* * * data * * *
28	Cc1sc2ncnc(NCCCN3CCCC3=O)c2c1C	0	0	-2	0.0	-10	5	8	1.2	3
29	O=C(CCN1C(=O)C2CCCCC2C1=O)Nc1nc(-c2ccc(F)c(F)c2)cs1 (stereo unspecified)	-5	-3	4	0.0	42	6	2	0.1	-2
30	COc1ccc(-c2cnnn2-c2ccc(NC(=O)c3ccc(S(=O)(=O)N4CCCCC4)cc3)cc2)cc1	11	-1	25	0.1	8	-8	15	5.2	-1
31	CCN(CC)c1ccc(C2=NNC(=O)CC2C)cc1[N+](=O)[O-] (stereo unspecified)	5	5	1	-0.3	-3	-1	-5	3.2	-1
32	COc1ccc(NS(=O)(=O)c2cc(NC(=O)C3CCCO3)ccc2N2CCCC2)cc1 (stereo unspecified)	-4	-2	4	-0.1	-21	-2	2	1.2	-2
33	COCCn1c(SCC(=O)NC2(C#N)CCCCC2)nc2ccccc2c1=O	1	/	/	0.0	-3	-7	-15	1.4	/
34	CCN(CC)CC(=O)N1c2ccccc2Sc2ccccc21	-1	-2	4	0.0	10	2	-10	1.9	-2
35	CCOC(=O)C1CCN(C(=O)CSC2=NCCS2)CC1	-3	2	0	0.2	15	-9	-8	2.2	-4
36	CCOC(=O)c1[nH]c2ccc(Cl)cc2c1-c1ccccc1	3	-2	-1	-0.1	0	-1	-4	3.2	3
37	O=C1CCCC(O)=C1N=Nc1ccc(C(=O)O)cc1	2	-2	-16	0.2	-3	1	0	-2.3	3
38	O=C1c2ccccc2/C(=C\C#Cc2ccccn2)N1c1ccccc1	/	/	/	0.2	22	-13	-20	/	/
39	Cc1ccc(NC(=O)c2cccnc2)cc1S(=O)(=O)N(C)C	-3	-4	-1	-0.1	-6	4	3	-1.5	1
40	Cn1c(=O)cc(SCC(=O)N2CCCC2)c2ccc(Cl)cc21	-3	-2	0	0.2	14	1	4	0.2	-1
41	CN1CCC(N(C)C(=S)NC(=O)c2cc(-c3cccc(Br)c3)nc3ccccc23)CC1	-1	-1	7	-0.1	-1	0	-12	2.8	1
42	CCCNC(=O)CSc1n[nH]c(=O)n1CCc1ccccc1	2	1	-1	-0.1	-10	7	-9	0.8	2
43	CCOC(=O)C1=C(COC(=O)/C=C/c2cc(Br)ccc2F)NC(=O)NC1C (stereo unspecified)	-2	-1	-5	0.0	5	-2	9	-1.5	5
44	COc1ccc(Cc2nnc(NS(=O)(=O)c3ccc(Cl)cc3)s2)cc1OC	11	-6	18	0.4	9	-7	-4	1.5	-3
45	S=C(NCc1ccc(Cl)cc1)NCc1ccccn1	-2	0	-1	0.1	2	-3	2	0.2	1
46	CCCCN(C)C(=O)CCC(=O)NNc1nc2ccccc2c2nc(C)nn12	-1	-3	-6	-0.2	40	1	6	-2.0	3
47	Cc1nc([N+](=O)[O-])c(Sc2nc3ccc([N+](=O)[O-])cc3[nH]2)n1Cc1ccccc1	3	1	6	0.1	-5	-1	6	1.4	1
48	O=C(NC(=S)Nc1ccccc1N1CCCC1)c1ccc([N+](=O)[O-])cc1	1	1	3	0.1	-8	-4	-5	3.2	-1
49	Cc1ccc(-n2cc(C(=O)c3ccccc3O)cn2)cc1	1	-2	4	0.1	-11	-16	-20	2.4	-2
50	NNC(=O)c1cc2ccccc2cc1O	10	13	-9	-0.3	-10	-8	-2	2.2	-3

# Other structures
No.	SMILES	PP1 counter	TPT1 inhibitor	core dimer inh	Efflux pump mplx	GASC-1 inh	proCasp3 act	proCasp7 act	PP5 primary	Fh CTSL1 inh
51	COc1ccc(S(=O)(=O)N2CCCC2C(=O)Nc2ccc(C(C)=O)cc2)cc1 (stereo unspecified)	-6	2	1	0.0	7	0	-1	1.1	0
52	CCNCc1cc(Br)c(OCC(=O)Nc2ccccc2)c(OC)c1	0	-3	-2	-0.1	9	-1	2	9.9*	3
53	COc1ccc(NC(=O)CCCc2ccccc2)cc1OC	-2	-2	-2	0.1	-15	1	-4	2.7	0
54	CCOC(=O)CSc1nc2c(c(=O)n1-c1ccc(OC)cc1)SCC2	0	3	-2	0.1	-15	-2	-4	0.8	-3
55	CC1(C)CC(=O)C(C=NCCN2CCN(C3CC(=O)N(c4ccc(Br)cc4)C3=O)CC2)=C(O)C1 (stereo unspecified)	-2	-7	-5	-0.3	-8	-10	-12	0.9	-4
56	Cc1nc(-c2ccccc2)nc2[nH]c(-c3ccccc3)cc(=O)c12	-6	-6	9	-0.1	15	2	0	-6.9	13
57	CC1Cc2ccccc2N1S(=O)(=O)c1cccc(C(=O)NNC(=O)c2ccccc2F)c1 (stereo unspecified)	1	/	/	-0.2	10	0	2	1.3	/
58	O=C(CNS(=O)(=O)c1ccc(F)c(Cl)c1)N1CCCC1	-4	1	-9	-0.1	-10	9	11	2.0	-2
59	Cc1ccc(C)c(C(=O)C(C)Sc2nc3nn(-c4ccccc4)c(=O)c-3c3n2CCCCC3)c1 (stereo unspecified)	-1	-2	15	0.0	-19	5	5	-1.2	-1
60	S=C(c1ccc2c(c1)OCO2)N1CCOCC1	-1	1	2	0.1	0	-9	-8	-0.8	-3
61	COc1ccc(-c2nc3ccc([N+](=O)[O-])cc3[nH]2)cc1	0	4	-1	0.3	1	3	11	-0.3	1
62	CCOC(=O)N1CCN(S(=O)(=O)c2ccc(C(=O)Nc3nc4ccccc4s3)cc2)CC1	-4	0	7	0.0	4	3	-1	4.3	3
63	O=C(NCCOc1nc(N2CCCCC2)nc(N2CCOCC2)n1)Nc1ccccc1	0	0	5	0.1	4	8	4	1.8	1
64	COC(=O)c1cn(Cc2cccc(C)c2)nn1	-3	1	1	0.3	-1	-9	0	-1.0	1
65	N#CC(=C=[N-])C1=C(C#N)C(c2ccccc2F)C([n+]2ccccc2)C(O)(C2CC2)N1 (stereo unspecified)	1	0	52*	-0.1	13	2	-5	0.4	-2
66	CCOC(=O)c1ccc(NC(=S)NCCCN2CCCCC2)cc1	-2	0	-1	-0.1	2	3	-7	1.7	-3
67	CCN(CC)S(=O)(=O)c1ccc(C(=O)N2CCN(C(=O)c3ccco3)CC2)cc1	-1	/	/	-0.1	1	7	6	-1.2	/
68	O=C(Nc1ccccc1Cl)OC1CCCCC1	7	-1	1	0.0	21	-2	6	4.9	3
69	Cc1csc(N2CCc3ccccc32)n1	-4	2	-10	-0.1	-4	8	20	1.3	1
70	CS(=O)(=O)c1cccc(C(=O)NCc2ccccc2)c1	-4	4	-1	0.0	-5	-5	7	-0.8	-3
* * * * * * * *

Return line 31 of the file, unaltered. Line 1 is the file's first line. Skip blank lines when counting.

56	Cc1nc(-c2ccccc2)nc2[nH]c(-c3ccccc3)cc(=O)c12	-6	-6	9	-0.1	15	2	0	-6.9	13